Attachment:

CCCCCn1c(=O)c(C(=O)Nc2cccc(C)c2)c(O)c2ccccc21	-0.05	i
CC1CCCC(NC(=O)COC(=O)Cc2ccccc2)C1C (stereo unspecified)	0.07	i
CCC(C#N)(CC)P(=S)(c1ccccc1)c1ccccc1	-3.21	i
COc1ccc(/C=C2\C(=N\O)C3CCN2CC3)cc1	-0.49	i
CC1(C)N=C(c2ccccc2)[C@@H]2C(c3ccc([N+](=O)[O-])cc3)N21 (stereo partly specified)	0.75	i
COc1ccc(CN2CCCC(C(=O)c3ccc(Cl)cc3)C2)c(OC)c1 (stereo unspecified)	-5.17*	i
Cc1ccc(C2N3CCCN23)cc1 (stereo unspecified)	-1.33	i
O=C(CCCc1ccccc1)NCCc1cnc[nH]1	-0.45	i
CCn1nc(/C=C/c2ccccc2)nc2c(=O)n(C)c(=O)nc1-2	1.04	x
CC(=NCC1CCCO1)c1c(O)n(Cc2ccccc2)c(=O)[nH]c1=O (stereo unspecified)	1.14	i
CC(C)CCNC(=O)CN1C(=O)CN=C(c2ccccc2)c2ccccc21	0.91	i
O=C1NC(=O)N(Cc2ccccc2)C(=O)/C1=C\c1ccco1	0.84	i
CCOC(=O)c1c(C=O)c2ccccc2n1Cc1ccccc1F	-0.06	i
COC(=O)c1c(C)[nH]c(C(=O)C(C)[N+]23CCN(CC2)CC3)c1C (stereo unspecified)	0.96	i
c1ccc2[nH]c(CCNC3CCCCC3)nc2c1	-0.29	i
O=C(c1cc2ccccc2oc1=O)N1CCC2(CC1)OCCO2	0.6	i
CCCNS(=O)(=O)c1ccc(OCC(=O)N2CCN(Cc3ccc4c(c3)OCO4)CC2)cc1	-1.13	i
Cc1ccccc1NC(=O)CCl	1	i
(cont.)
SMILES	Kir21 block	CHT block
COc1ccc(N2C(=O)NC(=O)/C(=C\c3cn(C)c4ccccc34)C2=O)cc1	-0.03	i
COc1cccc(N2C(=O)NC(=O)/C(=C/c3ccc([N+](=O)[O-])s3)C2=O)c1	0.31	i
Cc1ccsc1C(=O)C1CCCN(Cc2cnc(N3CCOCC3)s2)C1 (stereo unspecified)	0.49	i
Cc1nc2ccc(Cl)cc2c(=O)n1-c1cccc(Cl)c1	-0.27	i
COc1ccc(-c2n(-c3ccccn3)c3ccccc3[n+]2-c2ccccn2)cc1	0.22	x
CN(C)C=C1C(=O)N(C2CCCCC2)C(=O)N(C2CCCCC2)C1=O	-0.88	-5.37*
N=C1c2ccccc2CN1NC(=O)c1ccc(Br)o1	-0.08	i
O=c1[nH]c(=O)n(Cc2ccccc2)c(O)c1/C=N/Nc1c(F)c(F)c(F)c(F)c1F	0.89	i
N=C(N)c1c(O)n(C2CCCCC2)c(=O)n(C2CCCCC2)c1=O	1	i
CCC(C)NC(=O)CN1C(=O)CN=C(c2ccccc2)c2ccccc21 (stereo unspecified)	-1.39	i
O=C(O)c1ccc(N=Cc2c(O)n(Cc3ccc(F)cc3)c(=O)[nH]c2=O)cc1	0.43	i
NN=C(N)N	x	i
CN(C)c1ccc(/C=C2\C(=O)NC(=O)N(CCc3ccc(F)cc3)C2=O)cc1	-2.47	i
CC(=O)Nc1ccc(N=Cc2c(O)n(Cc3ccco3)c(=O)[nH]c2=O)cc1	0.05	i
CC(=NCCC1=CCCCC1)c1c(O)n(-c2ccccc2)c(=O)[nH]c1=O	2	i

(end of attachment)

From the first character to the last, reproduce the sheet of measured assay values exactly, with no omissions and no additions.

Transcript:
CCCCCn1c(=O)c(C(=O)Nc2cccc(C)c2)c(O)c2ccccc21	-0.05	i
CC1CCCC(NC(=O)COC(=O)Cc2ccccc2)C1C (stereo unspecified)	0.07	i
CCC(C#N)(CC)P(=S)(c1ccccc1)c1ccccc1	-3.21	i
COc1ccc(/C=C2\C(=N\O)C3CCN2CC3)cc1	-0.49	i
CC1(C)N=C(c2ccccc2)[C@@H]2C(c3ccc([N+](=O)[O-])cc3)N21 (stereo partly specified)	0.75	i
COc1ccc(CN2CCCC(C(=O)c3ccc(Cl)cc3)C2)c(OC)c1 (stereo unspecified)	-5.17*	i
Cc1ccc(C2N3CCCN23)cc1 (stereo unspecified)	-1.33	i
O=C(CCCc1ccccc1)NCCc1cnc[nH]1	-0.45	i
CCn1nc(/C=C/c2ccccc2)nc2c(=O)n(C)c(=O)nc1-2	1.04	x
CC(=NCC1CCCO1)c1c(O)n(Cc2ccccc2)c(=O)[nH]c1=O (stereo unspecified)	1.14	i
CC(C)CCNC(=O)CN1C(=O)CN=C(c2ccccc2)c2ccccc21	0.91	i
O=C1NC(=O)N(Cc2ccccc2)C(=O)/C1=C\c1ccco1	0.84	i
CCOC(=O)c1c(C=O)c2ccccc2n1Cc1ccccc1F	-0.06	i
COC(=O)c1c(C)[nH]c(C(=O)C(C)[N+]23CCN(CC2)CC3)c1C (stereo unspecified)	0.96	i
c1ccc2[nH]c(CCNC3CCCCC3)nc2c1	-0.29	i
O=C(c1cc2ccccc2oc1=O)N1CCC2(CC1)OCCO2	0.6	i
CCCNS(=O)(=O)c1ccc(OCC(=O)N2CCN(Cc3ccc4c(c3)OCO4)CC2)cc1	-1.13	i
Cc1ccccc1NC(=O)CCl	1	i
(cont.)
SMILES	Kir21 block	CHT block
COc1ccc(N2C(=O)NC(=O)/C(=C\c3cn(C)c4ccccc34)C2=O)cc1	-0.03	i
COc1cccc(N2C(=O)NC(=O)/C(=C/c3ccc([N+](=O)[O-])s3)C2=O)c1	0.31	i
Cc1ccsc1C(=O)C1CCCN(Cc2cnc(N3CCOCC3)s2)C1 (stereo unspecified)	0.49	i
Cc1nc2ccc(Cl)cc2c(=O)n1-c1cccc(Cl)c1	-0.27	i
COc1ccc(-c2n(-c3ccccn3)c3ccccc3[n+]2-c2ccccn2)cc1	0.22	x
CN(C)C=C1C(=O)N(C2CCCCC2)C(=O)N(C2CCCCC2)C1=O	-0.88	-5.37*
N=C1c2ccccc2CN1NC(=O)c1ccc(Br)o1	-0.08	i
O=c1[nH]c(=O)n(Cc2ccccc2)c(O)c1/C=N/Nc1c(F)c(F)c(F)c(F)c1F	0.89	i
N=C(N)c1c(O)n(C2CCCCC2)c(=O)n(C2CCCCC2)c1=O	1	i
CCC(C)NC(=O)CN1C(=O)CN=C(c2ccccc2)c2ccccc21 (stereo unspecified)	-1.39	i
O=C(O)c1ccc(N=Cc2c(O)n(Cc3ccc(F)cc3)c(=O)[nH]c2=O)cc1	0.43	i
NN=C(N)N	x	i
CN(C)c1ccc(/C=C2\C(=O)NC(=O)N(CCc3ccc(F)cc3)C2=O)cc1	-2.47	i
CC(=O)Nc1ccc(N=Cc2c(O)n(Cc3ccco3)c(=O)[nH]c2=O)cc1	0.05	i
CC(=NCCC1=CCCCC1)c1c(O)n(-c2ccccc2)c(=O)[nH]c1=O	2	i